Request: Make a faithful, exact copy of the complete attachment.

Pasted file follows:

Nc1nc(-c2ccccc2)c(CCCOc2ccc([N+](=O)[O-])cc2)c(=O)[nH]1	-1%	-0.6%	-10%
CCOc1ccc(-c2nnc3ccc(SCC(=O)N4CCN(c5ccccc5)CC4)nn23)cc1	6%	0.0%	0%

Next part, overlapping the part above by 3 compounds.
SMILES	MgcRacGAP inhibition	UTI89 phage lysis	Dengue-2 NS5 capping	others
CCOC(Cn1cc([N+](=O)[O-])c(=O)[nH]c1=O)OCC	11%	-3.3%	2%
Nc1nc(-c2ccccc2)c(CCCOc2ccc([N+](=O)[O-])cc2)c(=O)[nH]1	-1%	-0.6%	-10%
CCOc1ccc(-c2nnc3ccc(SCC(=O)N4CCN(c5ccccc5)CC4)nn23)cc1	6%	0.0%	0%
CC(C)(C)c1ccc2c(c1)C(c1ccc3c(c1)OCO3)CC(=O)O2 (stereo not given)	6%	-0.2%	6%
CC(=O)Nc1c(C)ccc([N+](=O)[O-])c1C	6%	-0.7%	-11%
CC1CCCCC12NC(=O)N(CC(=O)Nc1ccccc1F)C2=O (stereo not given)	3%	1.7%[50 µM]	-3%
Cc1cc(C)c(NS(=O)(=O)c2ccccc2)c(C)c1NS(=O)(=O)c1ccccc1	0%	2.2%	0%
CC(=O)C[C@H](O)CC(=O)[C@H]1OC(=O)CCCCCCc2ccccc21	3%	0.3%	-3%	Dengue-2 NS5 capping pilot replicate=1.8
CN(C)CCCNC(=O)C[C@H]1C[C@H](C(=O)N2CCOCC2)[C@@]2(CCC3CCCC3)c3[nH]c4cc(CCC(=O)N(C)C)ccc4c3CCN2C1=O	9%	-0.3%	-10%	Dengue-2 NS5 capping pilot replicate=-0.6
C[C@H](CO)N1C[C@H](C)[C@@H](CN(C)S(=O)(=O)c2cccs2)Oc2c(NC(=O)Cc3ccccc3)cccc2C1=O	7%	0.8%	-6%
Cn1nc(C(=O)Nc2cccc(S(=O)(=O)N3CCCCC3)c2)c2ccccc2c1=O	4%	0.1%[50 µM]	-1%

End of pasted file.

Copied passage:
Nc1nc(-c2ccccc2)c(CCCOc2ccc([N+](=O)[O-])cc2)c(=O)[nH]1	-1%	-0.6%	-10%
CCOc1ccc(-c2nnc3ccc(SCC(=O)N4CCN(c5ccccc5)CC4)nn23)cc1	6%	0.0%	0%

Next part, overlapping the part above by 3 compounds.
SMILES	MgcRacGAP inhibition	UTI89 phage lysis	Dengue-2 NS5 capping	others
CCOC(Cn1cc([N+](=O)[O-])c(=O)[nH]c1=O)OCC	11%	-3.3%	2%
Nc1nc(-c2ccccc2)c(CCCOc2ccc([N+](=O)[O-])cc2)c(=O)[nH]1	-1%	-0.6%	-10%
CCOc1ccc(-c2nnc3ccc(SCC(=O)N4CCN(c5ccccc5)CC4)nn23)cc1	6%	0.0%	0%
CC(C)(C)c1ccc2c(c1)C(c1ccc3c(c1)OCO3)CC(=O)O2 (stereo not given)	6%	-0.2%	6%
CC(=O)Nc1c(C)ccc([N+](=O)[O-])c1C	6%	-0.7%	-11%
CC1CCCCC12NC(=O)N(CC(=O)Nc1ccccc1F)C2=O (stereo not given)	3%	1.7%[50 µM]	-3%
Cc1cc(C)c(NS(=O)(=O)c2ccccc2)c(C)c1NS(=O)(=O)c1ccccc1	0%	2.2%	0%
CC(=O)C[C@H](O)CC(=O)[C@H]1OC(=O)CCCCCCc2ccccc21	3%	0.3%	-3%	Dengue-2 NS5 capping pilot replicate=1.8
CN(C)CCCNC(=O)C[C@H]1C[C@H](C(=O)N2CCOCC2)[C@@]2(CCC3CCCC3)c3[nH]c4cc(CCC(=O)N(C)C)ccc4c3CCN2C1=O	9%	-0.3%	-10%	Dengue-2 NS5 capping pilot replicate=-0.6
C[C@H](CO)N1C[C@H](C)[C@@H](CN(C)S(=O)(=O)c2cccs2)Oc2c(NC(=O)Cc3ccccc3)cccc2C1=O	7%	0.8%	-6%
Cn1nc(C(=O)Nc2cccc(S(=O)(=O)N3CCCCC3)c2)c2ccccc2c1=O	4%	0.1%[50 µM]	-1%